(See chart at right for full terminology hierarchy.) Stages may also be divided into substages or indeed grouped as superstages.
Stages are primarily defined by a consistent set of fossils (biostratigraphy) or a consistent magnetic polarity (see paleomagnetism) in the rock.
In chronostratigraphy, a stage is a succession of rock strata laid down in a single age on the geologic timescale, which usually represents millions of years of deposition.
A given stage of rock and the corresponding age of time will by convention have the same name, and the same boundaries.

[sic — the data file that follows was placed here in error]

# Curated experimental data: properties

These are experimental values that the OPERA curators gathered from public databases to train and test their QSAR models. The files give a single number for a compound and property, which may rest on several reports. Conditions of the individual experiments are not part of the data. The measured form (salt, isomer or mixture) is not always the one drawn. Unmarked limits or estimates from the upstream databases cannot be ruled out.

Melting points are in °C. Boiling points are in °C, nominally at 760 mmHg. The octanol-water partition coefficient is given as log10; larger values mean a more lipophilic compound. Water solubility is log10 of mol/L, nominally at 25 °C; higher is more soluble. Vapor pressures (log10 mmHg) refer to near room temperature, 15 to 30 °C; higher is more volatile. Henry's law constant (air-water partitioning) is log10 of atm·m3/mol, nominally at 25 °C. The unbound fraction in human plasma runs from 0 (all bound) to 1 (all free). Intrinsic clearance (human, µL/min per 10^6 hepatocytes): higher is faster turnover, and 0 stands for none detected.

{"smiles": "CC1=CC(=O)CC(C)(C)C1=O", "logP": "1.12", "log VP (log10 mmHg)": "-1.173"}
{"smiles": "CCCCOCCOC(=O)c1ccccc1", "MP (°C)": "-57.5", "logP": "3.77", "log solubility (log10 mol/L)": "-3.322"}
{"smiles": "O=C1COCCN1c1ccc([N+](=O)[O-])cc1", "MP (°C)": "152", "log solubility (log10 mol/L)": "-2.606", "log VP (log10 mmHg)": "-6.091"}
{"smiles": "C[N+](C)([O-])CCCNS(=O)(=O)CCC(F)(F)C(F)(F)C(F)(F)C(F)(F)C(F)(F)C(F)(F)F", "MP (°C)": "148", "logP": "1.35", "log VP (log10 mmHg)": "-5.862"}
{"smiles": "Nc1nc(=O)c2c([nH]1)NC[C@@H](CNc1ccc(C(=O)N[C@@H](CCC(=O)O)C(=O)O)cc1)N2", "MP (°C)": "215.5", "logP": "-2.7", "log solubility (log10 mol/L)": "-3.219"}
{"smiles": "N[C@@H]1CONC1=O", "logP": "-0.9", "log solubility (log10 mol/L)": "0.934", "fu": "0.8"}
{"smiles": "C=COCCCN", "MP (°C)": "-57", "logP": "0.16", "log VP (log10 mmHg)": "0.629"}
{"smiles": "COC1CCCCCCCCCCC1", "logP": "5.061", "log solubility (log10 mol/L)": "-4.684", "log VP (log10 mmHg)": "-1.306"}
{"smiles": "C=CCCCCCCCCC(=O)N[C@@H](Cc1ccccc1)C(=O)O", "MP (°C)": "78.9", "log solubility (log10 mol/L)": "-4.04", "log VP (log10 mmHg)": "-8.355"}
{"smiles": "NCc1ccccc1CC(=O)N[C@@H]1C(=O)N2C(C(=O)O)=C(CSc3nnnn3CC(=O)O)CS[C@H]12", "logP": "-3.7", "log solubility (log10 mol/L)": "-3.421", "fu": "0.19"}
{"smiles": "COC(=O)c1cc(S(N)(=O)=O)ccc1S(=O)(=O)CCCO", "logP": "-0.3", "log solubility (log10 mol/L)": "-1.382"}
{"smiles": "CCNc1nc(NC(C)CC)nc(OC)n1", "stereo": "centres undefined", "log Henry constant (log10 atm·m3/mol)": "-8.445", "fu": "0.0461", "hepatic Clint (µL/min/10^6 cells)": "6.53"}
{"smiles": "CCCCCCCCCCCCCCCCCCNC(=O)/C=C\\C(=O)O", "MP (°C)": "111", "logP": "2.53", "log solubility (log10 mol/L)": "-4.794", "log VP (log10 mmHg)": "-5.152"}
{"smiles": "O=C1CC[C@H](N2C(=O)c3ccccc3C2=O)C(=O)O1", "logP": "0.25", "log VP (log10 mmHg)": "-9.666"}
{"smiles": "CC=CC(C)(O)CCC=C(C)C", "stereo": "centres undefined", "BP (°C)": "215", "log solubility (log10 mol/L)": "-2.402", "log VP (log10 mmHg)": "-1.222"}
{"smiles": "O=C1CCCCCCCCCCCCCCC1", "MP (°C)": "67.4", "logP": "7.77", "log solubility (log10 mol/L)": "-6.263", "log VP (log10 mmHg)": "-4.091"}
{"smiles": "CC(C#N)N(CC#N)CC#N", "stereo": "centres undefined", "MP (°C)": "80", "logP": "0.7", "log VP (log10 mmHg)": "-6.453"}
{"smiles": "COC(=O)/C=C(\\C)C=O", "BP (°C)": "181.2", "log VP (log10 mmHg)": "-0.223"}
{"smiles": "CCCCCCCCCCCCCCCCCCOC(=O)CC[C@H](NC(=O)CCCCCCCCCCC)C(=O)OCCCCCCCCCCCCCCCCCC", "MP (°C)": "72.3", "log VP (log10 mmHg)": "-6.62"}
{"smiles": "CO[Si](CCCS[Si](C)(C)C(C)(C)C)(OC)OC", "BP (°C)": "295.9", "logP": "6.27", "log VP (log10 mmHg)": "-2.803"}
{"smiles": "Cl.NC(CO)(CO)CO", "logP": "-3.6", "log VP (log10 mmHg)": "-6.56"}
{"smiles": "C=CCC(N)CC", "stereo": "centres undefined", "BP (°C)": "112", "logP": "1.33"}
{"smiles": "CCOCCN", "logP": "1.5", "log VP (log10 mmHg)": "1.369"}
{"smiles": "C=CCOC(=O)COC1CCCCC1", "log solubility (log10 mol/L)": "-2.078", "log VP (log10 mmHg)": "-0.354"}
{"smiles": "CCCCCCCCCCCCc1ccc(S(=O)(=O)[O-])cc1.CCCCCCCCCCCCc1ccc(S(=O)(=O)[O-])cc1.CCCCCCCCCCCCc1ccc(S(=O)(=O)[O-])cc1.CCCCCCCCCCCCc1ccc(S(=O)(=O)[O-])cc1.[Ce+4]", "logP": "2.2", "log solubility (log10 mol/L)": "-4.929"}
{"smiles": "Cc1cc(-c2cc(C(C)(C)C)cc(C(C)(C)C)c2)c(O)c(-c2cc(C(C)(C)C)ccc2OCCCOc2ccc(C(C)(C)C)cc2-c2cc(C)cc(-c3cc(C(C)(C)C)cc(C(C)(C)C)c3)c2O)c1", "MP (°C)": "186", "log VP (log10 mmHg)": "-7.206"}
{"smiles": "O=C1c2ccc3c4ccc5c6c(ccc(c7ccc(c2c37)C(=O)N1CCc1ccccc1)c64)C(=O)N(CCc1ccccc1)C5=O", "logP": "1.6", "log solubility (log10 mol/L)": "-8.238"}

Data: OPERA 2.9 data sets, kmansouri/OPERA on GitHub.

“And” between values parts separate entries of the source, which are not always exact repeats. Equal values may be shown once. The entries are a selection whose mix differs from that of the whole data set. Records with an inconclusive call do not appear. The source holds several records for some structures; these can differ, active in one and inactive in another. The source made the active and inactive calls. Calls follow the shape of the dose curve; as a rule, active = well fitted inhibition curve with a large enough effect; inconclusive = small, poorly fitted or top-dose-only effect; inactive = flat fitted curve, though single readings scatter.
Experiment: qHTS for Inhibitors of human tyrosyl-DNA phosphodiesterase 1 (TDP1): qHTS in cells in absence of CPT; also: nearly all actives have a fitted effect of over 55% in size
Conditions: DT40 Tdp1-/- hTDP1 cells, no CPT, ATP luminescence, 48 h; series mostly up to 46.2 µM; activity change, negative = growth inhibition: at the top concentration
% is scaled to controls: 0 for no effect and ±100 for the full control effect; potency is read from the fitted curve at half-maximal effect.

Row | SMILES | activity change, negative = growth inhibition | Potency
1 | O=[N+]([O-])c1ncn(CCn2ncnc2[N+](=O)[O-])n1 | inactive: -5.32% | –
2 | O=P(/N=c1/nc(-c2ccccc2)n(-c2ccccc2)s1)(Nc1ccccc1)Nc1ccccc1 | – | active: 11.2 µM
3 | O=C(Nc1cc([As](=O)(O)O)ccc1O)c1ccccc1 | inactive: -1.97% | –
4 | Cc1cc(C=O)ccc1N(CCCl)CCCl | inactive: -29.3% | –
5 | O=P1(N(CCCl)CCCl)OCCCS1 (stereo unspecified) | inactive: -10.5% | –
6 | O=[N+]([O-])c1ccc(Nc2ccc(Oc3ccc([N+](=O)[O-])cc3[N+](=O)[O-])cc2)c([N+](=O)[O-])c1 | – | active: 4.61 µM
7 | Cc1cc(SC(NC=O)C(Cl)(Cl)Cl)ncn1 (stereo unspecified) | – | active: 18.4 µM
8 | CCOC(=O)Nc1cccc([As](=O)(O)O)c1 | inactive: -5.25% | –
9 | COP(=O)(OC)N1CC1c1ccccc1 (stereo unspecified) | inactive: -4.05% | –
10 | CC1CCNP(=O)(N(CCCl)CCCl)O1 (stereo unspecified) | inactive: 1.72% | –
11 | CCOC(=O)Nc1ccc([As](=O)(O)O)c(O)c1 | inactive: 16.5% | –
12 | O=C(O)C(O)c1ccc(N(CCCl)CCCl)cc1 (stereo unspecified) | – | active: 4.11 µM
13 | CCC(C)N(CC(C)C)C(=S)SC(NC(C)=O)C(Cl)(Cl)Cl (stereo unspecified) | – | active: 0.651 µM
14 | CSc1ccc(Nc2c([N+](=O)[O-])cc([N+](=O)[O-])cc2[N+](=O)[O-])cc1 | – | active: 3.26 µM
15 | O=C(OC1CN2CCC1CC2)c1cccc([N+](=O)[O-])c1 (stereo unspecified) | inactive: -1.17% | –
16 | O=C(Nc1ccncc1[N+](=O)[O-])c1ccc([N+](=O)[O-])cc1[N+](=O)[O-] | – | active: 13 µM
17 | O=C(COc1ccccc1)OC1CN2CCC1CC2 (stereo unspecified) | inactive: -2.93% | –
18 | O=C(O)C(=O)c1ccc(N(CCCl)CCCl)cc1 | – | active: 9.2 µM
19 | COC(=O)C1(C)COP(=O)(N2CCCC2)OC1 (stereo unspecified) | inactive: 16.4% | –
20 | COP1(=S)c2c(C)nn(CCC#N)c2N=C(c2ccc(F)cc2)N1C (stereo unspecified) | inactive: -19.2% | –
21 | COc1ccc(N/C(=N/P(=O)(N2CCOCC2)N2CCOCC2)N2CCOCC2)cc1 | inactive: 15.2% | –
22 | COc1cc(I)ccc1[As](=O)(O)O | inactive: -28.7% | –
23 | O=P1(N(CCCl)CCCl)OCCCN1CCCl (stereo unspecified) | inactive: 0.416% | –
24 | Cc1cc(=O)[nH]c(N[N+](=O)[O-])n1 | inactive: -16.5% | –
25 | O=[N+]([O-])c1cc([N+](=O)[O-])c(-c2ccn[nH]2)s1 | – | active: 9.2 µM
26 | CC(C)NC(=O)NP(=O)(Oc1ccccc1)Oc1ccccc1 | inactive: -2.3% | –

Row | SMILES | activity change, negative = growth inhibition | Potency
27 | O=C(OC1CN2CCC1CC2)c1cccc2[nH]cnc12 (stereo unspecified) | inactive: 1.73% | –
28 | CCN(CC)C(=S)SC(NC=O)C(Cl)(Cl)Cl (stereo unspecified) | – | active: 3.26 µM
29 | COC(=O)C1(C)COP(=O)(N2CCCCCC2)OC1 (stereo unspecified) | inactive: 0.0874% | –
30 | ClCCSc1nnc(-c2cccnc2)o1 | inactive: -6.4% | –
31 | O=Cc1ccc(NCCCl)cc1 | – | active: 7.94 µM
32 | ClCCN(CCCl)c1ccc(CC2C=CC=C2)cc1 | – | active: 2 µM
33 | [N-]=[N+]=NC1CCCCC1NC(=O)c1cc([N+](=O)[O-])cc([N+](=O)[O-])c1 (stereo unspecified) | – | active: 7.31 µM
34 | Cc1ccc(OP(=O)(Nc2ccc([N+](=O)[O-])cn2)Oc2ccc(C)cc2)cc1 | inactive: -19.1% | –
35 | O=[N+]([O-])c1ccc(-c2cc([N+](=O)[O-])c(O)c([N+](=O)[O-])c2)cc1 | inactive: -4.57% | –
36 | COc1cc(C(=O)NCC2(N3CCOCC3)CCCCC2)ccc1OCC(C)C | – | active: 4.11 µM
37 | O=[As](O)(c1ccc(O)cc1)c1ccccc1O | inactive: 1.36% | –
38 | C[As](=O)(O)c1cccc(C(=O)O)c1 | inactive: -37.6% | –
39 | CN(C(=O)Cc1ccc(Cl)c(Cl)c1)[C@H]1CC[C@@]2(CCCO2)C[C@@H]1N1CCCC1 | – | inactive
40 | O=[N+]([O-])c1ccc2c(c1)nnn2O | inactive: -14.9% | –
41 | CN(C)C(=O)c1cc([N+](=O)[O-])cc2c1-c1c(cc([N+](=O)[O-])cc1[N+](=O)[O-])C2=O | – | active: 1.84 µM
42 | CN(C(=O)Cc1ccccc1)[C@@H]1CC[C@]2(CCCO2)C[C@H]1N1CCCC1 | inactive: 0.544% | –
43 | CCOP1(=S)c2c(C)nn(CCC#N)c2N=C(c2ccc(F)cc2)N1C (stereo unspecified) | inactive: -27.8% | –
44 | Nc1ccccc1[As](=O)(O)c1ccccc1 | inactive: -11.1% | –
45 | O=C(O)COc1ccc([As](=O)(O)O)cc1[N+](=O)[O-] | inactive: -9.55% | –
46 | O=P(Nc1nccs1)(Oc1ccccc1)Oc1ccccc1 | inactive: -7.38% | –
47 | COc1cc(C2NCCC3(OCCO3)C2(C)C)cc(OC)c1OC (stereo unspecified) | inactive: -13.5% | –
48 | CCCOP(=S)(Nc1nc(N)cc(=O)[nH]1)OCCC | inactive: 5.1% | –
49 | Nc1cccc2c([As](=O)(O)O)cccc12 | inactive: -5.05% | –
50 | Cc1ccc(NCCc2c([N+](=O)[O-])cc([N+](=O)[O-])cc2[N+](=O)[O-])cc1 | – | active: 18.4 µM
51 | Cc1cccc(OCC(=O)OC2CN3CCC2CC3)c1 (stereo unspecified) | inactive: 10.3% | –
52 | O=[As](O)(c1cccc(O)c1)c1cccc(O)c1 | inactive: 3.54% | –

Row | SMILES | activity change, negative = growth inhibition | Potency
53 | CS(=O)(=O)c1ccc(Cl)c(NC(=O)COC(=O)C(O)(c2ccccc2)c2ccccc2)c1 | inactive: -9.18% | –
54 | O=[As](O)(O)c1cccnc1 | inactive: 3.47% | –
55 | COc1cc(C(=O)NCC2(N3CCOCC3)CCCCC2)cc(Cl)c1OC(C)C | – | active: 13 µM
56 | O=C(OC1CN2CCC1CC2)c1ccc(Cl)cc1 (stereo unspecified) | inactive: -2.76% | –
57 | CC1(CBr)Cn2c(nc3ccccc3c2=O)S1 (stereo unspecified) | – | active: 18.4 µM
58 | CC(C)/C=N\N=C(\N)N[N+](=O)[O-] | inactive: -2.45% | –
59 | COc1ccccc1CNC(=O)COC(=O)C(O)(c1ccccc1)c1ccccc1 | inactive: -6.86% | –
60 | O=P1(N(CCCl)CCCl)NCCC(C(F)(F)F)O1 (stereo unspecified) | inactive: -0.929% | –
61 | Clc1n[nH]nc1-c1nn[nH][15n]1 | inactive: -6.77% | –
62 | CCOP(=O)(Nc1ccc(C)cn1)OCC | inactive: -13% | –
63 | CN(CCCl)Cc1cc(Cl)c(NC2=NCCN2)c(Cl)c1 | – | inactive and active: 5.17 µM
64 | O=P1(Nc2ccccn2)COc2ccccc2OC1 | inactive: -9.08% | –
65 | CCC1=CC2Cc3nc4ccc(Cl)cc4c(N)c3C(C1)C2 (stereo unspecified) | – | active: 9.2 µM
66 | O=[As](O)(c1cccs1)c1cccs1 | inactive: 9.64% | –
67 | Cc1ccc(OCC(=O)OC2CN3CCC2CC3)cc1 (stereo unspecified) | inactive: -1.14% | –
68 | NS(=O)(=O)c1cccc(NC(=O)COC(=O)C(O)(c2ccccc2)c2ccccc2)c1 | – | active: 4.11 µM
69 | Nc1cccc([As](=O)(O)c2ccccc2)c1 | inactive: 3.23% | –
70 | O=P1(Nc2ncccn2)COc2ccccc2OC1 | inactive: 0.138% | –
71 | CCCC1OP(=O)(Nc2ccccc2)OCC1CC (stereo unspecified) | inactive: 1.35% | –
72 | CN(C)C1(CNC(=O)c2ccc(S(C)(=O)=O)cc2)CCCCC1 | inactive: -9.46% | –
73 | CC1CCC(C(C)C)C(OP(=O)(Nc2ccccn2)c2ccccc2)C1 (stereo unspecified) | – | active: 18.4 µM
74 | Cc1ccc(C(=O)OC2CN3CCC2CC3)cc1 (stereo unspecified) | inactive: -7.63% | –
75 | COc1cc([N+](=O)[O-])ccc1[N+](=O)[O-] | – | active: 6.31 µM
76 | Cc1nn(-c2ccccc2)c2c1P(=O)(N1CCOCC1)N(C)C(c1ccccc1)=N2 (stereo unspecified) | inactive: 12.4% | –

Microscopic analysis of the rock (petrology) is also sometimes useful in confirming that a given segment of rock is from a particular age.Usually one or more index fossils that are common, found worldwide, easily recognized, and limited to a single, or at most a few, stages are used to define the stage's bottom.Thus, for example in the local North American subdivision, a paleontologist finding fragments of the trilobite Olenellus would identify the beds as being from the Waucoban Stage whereas fragments of a later trilobite such as Elrathia would identify the stage as Albertan.And thanks to Facebook profiles, one day you’re single, and the next you’re suddenly “in a relationship.” But it’s that wide gap between singleness and relationship that is so nebulous, and the cause of so much angst.Lost in all the noise of dating advice is the fact that relationships develop in stages.